There's a lot I don't understand about YA novels in general and this novel in particular. I don't understand why so many YA authors write in a bland, clumsy, overwritten first person. (" 'Are you serious?' I said. Jarrod pulled back and looked like I'd accused him of lying, which I guess was true in that I doubted what he was saying.") I don't understand how an editor could let such wordy stuff go: the answer to being invited to a party is, "I said yes without hesitating. 'Yes,' I said, nodding once..." so I think he actually said no but we just can't be sure.
And I don't understand how a book with such interesting themes going for it - an ancient curse, magical mind-wiping, gay romance - could be so incredibly boring. A lot of this is the fault of that lousy first-person, but not all. The similes and metaphors used make me think this book is meant for middle schoolers - a groaner of a line about "[putting] Humpty Dumpty back together again - but everyone knows the end of that story. It doesn't really work out," comes to mind.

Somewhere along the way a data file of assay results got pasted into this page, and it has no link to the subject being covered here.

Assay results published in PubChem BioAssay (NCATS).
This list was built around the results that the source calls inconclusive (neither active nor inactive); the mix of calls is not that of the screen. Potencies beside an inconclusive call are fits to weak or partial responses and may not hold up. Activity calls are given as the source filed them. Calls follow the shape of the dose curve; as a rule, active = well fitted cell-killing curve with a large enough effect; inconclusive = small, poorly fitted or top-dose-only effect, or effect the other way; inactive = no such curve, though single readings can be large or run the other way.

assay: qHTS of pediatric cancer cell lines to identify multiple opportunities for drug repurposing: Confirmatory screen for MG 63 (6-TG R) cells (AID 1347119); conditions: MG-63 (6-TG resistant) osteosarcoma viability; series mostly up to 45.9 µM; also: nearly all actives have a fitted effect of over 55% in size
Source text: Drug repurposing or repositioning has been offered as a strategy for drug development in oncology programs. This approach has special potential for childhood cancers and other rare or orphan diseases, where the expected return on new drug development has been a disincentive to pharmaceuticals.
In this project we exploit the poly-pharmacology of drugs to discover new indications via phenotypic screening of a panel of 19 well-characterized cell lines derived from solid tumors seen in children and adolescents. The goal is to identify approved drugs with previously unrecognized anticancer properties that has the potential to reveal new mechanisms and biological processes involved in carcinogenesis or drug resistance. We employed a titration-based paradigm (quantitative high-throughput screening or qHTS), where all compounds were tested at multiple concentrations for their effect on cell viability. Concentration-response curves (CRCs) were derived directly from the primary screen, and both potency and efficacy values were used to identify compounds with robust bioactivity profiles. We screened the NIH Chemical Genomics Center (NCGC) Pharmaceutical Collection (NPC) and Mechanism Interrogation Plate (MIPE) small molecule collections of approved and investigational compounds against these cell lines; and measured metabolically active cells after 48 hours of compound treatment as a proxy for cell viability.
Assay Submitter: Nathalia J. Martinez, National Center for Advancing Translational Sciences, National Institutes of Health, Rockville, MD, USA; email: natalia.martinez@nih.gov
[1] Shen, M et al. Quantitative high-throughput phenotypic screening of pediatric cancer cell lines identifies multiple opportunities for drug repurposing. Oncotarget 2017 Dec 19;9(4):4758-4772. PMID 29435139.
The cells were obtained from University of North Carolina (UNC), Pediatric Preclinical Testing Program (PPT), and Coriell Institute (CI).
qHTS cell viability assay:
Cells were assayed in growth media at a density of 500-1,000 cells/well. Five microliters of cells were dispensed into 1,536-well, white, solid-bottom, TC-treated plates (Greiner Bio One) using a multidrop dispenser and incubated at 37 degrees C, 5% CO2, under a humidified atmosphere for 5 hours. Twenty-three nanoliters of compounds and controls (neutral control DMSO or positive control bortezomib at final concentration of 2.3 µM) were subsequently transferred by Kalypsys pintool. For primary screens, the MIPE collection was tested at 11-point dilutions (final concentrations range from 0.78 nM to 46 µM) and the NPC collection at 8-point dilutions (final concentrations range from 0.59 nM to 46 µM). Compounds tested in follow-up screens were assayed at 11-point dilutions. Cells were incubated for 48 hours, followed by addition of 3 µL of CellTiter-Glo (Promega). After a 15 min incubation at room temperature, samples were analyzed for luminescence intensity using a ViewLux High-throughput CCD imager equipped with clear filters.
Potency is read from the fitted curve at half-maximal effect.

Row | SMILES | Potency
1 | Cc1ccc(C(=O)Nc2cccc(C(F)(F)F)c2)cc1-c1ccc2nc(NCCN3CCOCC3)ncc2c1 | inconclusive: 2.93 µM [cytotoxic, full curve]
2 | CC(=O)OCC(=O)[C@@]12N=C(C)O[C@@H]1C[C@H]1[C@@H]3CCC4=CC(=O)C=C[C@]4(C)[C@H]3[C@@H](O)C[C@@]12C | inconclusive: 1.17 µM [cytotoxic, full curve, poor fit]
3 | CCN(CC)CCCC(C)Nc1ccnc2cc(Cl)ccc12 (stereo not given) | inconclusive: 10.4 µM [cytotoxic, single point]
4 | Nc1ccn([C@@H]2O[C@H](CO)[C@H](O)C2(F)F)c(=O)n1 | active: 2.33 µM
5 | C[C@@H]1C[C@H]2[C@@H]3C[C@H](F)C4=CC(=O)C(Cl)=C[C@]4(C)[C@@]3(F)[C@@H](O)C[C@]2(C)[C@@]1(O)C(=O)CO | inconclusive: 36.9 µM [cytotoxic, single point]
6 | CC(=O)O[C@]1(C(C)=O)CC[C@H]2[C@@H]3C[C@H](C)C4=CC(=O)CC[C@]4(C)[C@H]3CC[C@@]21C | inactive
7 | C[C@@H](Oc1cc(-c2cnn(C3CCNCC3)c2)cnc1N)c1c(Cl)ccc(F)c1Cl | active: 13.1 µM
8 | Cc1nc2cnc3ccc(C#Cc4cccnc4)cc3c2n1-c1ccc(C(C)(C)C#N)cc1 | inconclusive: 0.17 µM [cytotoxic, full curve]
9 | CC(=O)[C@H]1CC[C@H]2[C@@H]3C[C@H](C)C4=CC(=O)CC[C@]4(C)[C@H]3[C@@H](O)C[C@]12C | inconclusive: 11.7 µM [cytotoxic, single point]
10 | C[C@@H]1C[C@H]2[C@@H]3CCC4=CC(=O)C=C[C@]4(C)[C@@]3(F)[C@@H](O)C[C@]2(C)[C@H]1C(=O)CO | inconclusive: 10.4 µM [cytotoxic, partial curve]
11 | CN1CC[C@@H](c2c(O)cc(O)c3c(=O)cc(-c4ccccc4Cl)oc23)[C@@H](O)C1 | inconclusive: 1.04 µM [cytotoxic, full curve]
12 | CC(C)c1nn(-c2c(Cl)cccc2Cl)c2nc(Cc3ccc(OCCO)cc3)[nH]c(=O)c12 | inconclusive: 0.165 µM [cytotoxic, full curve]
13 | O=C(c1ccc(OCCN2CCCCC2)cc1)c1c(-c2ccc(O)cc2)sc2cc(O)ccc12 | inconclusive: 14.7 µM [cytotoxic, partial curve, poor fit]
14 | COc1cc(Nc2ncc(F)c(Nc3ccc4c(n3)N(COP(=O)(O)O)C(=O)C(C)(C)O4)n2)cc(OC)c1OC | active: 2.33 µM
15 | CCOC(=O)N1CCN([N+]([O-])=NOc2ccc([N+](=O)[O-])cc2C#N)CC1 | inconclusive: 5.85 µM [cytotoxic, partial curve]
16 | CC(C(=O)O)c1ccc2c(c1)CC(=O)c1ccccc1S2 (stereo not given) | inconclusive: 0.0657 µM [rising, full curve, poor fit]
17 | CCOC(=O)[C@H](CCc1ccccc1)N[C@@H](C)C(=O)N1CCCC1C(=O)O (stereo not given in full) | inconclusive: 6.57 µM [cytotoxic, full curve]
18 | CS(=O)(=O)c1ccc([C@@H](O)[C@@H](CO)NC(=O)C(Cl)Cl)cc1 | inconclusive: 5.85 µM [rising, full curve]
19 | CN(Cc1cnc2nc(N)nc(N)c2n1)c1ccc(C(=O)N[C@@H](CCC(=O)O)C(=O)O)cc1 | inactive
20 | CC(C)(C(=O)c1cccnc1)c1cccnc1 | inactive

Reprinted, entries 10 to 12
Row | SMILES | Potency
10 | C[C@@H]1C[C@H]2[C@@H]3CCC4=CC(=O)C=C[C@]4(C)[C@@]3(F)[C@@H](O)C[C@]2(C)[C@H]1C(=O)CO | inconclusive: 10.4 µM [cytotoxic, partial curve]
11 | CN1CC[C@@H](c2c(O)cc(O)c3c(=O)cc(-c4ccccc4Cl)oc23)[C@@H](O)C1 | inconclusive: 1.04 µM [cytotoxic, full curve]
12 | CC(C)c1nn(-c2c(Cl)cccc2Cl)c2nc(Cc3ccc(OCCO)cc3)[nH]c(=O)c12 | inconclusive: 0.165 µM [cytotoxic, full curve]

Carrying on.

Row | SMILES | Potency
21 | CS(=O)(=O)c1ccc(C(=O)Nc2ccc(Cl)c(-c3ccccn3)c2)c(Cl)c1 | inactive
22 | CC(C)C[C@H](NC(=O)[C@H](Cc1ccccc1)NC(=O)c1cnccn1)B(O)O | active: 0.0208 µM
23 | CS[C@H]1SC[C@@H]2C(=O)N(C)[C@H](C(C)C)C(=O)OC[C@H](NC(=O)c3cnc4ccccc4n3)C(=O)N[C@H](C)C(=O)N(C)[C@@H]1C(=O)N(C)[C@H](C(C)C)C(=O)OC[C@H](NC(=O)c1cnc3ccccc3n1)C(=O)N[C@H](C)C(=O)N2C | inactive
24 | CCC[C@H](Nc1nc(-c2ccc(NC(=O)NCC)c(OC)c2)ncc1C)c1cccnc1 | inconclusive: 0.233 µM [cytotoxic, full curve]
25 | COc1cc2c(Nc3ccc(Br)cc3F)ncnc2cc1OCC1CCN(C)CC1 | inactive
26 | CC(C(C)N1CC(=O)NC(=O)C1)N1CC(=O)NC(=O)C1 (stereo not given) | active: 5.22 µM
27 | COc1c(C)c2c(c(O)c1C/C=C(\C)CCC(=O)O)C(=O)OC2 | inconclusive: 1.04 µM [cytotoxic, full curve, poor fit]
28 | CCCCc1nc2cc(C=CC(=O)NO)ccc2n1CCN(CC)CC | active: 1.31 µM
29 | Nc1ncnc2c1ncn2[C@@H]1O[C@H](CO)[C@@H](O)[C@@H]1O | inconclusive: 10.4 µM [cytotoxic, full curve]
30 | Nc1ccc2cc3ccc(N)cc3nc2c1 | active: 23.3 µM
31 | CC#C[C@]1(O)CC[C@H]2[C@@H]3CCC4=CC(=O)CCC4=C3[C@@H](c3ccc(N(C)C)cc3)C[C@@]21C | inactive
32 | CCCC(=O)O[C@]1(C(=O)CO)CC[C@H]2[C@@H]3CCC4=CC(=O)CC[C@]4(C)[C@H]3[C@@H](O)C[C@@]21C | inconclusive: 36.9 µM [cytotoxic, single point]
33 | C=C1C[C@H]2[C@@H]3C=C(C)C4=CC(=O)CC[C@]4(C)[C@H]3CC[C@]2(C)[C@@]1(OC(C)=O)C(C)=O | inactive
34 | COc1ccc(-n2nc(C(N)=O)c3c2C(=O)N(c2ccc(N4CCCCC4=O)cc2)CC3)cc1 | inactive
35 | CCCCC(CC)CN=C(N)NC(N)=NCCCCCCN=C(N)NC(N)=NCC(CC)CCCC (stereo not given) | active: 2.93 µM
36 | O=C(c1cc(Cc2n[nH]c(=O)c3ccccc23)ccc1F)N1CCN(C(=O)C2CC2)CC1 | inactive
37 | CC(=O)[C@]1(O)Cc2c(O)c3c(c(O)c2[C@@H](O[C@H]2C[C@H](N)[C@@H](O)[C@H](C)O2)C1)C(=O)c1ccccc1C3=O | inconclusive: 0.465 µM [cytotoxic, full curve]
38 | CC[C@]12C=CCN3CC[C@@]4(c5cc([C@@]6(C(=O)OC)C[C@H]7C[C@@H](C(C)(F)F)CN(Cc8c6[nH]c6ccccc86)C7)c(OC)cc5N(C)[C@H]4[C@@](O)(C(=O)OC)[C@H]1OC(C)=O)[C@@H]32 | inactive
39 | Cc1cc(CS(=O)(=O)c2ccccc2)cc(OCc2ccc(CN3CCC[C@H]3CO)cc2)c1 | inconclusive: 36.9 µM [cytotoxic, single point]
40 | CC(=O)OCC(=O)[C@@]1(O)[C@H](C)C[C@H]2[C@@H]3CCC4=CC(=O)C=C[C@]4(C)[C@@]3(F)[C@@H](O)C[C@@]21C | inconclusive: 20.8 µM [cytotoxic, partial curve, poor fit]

But mostly the problem is with the main character, Aidan. He spends the first chunk of the book drifting in his own life, isolated and with his childhood memories mysteriously vague...fine. All good. But even after the love interest pops back into his life and the memories begin trickling back, Aiden never actually gets out of his grey cloud. He reacts to his childhood friend expressing romantic interest - several times and in increasingly obvious ways - by not reacting, by putting it out of his mind entirely (until for plot purposes he suddenly remembers he ought to think about that a bit). Similarly, when he learns of a family member's deep betrayal - a betrayal that cuts to the core of him, that's honestly as invasive as being physically assaulted - Aiden sulks and slams some doors and generally acts like a grounded teenager, not a teenager rocked by world-altering revelations. It's one thing to get into a fight with your parents. It's another to realize you have the magical ability to jump time and change peoples' memories, and somebody's been rummaging around in yours. You'd think there'd be slightly more surprise.